Courtesy name

Courtesy name (Zi)
Chinese name
Simplified Chinese (表) 字
Hanyu Pinyin (biǎo) zì
Wade–Giles (piao)-tzu
Vietnamese name
Vietnamese tên chữ (tự)
Korean name
Revised Romanization ja
McCune–Reischauer cha
Japanese name
Hiragana あざな
Revised Hepburn azana

A courtesy name ( Chinese: , zi), also known as a style name, [1] is a name bestowed upon one at adulthood in addition to one's given name. [2] This practice is a tradition in East Asian cultures, including China, Japan, Korea, and Vietnam. [3]

Formerly in China, the zi would replace a male's given name when he turned twenty, as a symbol of adulthood and respect.[ citation needed] It could be given either by the parents or by the first personal teacher on the first day of family school.

Females might substitute their given name for a zi upon marriage.

One also may adopt a self-chosen courtesy name.

In China the popularity of the custom has declined to some extent since the May Fourth Movement in 1919.[ citation needed]

A courtesy name is not to be confused with an art name (hào, Chinese: , Korean: 호), another frequently mentioned term for an alternative name in Asian culture-based context. An art name is usually associated with art and is more of a literary name or a pseudonym that is more spontaneous, compared to a courtesy name.


The , sometimes called the biǎozì or "courtesy name", is a name traditionally given to Chinese males at the age of 20, marking their coming of age. It was sometimes given to females upon marriage. The practice is no longer common in modern Chinese society. According to the Book of Rites, after a man reaches adulthood, it is disrespectful for others of the same generation to address him by his given name, or míng. Thus, the given name was reserved for oneself and one's elders, while the would be used by adults of the same generation to refer to one another on formal occasions or in writing; hence the term "courtesy name".

The is mostly disyllabic (consists of two Chinese characters) and is usually based on the meaning of the míng or given name. Yan Zhitui of the Northern Qi dynasty believed that while the purpose of the míng was to distinguish one person from another, he asserted that the should express the bearer's moral integrity.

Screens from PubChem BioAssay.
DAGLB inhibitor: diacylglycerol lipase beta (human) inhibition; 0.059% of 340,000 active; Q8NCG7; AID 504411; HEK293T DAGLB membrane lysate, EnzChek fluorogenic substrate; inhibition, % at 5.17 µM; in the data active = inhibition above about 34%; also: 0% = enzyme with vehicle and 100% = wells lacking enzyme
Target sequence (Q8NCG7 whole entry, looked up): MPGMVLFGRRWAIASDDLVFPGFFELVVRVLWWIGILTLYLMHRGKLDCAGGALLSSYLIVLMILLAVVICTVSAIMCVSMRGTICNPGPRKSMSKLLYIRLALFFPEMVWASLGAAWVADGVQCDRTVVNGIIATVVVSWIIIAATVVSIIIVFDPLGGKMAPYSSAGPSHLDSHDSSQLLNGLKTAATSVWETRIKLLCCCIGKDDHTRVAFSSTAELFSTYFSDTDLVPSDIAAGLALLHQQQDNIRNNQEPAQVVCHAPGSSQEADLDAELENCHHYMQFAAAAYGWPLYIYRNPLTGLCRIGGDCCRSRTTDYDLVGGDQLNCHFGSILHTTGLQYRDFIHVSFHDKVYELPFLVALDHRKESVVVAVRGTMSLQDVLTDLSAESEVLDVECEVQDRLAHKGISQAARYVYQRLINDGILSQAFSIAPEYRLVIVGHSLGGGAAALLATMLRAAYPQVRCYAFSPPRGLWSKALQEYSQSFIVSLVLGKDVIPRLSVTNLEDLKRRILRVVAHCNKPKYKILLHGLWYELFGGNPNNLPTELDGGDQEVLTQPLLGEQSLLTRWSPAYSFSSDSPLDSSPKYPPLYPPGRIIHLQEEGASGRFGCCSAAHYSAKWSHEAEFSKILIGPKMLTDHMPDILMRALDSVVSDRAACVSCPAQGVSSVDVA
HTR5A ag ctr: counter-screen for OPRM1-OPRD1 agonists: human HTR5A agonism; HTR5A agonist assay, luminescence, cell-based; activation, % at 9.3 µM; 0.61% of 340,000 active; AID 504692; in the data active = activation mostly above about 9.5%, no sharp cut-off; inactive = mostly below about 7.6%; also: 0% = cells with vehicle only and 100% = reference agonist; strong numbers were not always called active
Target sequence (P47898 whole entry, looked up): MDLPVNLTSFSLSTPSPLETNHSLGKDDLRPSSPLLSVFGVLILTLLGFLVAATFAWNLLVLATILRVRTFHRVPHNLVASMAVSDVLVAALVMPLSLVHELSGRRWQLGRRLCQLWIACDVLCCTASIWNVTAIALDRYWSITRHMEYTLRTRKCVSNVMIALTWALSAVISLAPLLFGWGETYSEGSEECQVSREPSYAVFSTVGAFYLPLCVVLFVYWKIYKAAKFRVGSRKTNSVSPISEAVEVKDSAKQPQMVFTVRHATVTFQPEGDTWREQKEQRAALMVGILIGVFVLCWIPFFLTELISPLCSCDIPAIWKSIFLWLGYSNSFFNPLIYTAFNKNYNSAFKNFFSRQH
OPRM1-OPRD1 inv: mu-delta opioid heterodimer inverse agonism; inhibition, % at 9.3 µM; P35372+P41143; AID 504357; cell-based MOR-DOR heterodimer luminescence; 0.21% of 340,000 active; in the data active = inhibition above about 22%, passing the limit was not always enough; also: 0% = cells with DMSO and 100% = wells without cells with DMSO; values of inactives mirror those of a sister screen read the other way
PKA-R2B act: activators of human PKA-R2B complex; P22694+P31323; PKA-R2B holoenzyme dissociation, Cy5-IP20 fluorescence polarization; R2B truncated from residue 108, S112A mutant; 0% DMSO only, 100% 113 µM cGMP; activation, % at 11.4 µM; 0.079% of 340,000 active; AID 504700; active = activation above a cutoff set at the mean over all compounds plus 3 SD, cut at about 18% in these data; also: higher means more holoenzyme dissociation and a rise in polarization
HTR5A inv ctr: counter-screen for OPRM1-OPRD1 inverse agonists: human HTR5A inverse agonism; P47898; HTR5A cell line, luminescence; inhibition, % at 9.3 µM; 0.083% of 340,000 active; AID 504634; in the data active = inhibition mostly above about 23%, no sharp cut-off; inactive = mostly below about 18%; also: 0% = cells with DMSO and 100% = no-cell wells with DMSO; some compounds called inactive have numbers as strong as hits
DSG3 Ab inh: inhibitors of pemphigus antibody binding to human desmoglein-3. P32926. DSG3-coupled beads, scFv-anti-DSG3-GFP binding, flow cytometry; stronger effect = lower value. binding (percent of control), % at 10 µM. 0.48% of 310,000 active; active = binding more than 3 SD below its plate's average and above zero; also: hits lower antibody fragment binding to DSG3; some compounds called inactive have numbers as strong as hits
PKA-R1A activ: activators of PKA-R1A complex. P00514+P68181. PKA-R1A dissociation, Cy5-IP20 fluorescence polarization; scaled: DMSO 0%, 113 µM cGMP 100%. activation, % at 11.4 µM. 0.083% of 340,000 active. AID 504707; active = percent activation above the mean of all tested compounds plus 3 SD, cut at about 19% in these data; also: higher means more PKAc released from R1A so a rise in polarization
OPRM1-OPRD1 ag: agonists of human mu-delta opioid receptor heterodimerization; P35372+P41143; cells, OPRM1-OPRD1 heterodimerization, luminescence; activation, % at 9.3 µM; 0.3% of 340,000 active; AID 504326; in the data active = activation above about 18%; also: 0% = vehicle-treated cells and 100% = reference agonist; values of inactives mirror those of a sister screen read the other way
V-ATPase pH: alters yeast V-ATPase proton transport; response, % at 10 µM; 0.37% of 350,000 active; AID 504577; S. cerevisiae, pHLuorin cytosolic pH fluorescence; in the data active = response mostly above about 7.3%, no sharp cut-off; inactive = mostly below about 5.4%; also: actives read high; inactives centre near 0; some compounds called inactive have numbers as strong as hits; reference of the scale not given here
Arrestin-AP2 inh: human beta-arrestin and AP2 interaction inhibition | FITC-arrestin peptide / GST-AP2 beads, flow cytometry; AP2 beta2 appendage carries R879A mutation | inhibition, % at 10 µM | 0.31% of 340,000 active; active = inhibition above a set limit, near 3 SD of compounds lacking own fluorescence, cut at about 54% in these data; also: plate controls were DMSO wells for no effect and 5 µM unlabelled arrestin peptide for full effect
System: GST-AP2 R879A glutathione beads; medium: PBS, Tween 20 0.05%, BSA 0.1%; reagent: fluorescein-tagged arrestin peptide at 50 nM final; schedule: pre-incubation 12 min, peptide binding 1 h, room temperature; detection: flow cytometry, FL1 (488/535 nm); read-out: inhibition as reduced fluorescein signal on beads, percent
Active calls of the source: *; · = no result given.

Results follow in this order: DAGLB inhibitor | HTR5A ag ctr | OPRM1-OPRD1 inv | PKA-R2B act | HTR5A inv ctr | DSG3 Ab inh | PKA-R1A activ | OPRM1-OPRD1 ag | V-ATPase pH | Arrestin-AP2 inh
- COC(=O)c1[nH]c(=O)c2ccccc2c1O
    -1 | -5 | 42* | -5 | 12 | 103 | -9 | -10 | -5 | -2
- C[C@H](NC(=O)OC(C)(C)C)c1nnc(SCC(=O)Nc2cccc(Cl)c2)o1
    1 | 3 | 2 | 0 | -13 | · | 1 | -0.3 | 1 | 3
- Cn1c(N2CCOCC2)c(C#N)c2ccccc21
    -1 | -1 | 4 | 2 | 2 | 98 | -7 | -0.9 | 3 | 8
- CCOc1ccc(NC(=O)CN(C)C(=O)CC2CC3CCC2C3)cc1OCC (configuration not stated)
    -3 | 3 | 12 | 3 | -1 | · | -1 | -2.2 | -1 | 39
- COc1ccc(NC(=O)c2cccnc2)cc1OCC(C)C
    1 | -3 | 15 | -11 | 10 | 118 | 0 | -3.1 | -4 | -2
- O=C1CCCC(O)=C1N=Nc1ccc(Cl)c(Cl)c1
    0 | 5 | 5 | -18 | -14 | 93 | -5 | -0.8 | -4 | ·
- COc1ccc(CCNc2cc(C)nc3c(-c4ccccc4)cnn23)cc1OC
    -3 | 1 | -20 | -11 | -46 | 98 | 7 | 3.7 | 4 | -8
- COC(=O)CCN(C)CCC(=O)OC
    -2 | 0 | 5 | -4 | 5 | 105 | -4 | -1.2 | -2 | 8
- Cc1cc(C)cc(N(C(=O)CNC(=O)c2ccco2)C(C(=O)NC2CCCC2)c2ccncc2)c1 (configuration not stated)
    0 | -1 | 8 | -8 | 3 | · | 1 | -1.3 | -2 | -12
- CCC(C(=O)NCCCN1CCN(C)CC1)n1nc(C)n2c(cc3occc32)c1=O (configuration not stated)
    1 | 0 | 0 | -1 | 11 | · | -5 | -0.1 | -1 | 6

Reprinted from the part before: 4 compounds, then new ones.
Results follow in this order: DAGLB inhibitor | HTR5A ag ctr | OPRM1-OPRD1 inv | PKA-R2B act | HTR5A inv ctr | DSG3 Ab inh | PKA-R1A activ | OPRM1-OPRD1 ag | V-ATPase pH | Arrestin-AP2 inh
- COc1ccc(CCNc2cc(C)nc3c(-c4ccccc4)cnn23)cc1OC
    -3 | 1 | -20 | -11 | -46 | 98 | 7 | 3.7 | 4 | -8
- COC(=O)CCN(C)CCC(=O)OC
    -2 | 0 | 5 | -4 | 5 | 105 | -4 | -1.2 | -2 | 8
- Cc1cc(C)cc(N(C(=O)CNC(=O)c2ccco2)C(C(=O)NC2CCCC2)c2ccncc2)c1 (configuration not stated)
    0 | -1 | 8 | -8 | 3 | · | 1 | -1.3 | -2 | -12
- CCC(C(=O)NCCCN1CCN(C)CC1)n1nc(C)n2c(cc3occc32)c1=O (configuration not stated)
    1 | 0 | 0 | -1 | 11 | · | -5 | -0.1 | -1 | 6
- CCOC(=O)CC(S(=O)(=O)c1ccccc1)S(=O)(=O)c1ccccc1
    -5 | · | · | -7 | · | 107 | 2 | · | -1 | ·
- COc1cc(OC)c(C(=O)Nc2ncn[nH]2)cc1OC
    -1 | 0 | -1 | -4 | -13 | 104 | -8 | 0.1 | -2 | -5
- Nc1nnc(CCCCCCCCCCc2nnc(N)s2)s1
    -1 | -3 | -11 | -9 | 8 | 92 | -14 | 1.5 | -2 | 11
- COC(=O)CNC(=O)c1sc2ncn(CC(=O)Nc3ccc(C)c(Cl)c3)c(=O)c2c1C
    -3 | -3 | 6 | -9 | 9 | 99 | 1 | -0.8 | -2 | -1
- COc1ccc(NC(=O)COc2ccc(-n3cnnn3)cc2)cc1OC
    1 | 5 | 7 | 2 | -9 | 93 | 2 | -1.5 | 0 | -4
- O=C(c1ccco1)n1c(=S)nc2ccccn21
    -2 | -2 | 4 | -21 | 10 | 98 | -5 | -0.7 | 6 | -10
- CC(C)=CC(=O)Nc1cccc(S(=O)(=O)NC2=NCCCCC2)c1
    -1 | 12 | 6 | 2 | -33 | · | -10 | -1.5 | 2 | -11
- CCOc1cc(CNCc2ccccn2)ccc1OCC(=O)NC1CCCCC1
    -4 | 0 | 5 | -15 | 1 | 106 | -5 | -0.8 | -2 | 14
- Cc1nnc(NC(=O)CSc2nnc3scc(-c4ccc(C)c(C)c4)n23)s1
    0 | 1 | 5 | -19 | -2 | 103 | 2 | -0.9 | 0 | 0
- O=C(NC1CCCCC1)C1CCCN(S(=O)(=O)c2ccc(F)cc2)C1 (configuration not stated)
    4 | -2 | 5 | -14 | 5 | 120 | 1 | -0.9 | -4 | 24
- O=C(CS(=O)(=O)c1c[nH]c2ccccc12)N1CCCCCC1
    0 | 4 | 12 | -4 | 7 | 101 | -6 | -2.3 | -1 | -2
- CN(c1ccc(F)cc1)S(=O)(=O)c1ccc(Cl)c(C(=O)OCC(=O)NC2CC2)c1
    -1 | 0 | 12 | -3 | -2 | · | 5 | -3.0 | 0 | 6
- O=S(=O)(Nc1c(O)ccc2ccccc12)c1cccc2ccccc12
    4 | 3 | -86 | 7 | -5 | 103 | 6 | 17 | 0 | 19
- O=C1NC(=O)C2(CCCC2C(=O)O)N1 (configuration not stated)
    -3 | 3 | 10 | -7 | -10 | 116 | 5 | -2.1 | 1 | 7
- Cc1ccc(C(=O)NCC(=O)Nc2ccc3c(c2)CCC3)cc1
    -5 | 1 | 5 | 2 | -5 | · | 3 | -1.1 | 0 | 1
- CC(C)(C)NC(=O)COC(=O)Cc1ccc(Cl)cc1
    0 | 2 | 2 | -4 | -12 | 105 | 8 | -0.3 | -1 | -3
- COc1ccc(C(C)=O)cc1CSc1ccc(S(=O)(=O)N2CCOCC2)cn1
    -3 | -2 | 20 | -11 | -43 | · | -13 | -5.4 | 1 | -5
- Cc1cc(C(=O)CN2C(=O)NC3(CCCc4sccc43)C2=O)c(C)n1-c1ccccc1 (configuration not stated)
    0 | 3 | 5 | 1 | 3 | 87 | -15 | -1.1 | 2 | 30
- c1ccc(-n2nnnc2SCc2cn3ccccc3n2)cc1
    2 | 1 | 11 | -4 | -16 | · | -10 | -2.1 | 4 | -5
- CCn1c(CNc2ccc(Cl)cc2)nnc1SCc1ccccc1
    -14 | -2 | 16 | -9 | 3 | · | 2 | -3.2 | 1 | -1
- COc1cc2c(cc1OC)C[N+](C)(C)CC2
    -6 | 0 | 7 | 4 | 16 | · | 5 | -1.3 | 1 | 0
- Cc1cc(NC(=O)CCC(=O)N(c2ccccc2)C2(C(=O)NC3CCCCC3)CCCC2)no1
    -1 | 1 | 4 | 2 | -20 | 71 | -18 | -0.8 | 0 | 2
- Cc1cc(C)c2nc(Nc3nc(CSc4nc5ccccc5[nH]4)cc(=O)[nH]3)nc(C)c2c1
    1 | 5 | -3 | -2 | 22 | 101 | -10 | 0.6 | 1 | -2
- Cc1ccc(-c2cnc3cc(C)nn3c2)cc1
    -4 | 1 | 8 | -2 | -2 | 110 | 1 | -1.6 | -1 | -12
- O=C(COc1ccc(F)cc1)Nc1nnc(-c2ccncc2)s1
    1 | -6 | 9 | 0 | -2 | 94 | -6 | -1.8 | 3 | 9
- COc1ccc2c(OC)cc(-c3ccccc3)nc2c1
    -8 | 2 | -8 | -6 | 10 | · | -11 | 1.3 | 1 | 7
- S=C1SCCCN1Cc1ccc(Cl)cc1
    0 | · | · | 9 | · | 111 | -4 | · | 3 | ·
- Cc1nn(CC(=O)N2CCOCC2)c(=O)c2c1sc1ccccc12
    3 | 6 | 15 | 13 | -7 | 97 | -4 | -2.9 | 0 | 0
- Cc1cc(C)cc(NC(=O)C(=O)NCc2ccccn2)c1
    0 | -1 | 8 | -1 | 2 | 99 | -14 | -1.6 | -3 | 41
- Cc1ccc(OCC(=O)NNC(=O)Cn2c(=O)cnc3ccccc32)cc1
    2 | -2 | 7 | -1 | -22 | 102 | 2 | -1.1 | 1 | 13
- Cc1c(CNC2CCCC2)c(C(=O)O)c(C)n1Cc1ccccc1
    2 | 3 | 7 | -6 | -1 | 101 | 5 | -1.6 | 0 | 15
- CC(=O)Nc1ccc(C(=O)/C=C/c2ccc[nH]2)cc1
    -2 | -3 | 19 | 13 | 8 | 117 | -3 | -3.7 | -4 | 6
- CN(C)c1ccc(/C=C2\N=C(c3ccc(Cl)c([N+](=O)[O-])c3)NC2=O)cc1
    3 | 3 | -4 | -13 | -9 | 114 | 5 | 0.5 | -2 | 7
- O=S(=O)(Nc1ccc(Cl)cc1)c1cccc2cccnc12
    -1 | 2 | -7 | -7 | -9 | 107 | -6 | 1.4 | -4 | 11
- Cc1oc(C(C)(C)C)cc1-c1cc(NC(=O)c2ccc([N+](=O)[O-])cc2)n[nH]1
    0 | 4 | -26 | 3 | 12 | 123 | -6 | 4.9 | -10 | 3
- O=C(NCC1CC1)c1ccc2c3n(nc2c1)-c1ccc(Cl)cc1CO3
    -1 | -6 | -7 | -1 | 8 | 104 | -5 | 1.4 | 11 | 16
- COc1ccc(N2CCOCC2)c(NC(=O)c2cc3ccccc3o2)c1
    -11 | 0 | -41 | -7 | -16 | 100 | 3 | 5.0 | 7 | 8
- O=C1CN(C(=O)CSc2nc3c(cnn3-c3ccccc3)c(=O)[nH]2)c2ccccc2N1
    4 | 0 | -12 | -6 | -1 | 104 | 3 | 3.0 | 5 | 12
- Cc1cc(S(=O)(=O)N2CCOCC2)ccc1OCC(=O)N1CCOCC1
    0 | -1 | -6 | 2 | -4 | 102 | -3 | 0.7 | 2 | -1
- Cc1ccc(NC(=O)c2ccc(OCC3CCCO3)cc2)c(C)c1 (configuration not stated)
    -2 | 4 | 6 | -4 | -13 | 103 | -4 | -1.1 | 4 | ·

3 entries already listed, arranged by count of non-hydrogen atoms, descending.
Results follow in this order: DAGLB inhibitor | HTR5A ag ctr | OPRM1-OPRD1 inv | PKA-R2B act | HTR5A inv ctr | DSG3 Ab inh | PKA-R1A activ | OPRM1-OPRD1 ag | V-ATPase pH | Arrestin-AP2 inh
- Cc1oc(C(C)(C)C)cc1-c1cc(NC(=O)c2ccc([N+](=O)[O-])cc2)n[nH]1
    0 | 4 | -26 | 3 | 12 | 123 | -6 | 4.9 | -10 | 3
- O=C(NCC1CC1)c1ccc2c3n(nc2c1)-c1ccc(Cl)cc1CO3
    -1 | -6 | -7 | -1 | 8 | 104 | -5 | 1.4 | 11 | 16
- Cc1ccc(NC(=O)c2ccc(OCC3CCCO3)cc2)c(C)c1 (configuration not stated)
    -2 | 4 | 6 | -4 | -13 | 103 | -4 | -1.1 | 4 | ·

The relation which often exists between a person's and míng may be seen in the case of Chiang Kai-shek (蔣介石), whose ming was Zhōngzhèng (中正,Romanized as Chung-cheng) and zi was Jieshi(介石,Romanized as Kai-shek). Thus he was also called 蒋中正(Chiang Chung-cheng)in some context.[ clarification needed]

Another way to form a is to use the homophonic character (子) – a respectful title for a male – as the first character of the disyllabic . Thus, for example, Gongsun Qiao's was Zǐchǎn (子產), and Du Fu's: Zǐměi (子美).

It is also common to construct a by using as the first character one which expresses the bearer's birth order among male siblings in his family. Thus Confucius, whose name was Kǒng Qiū (孔丘), was given the Zhòngní (仲尼), where the first character zhòng indicates that he was the second son born into his family. The characters commonly used are bó (伯) for the first, zhòng (仲) for the second, shū (叔) for the third, and jì (季) typically for the youngest, if the family consists of more than three sons. General Sun Jian's four sons, for instance, were Sun Ce (伯符, Bófú), Sun Quan (仲謀, Zhòngmóu), Sun Yi (叔弼, Shūbì) and Sun Kuang (季佐, Jìzuǒ).

The use of began during the Shang dynasty, and slowly developed into a system which became most widespread during the succeeding Zhou dynasty. During this period, women were also given . The given to a woman was generally composed of a character indicating her birth order among female siblings and her surname. For example, Mèng Jiāng (孟姜) was the eldest daughter in the Jiāng family.

Prior to the twentieth century, sinicized Koreans, Vietnamese, and Japanese were also referred to by their . The practice was also adopted by Manchus after the Qing conquest of China.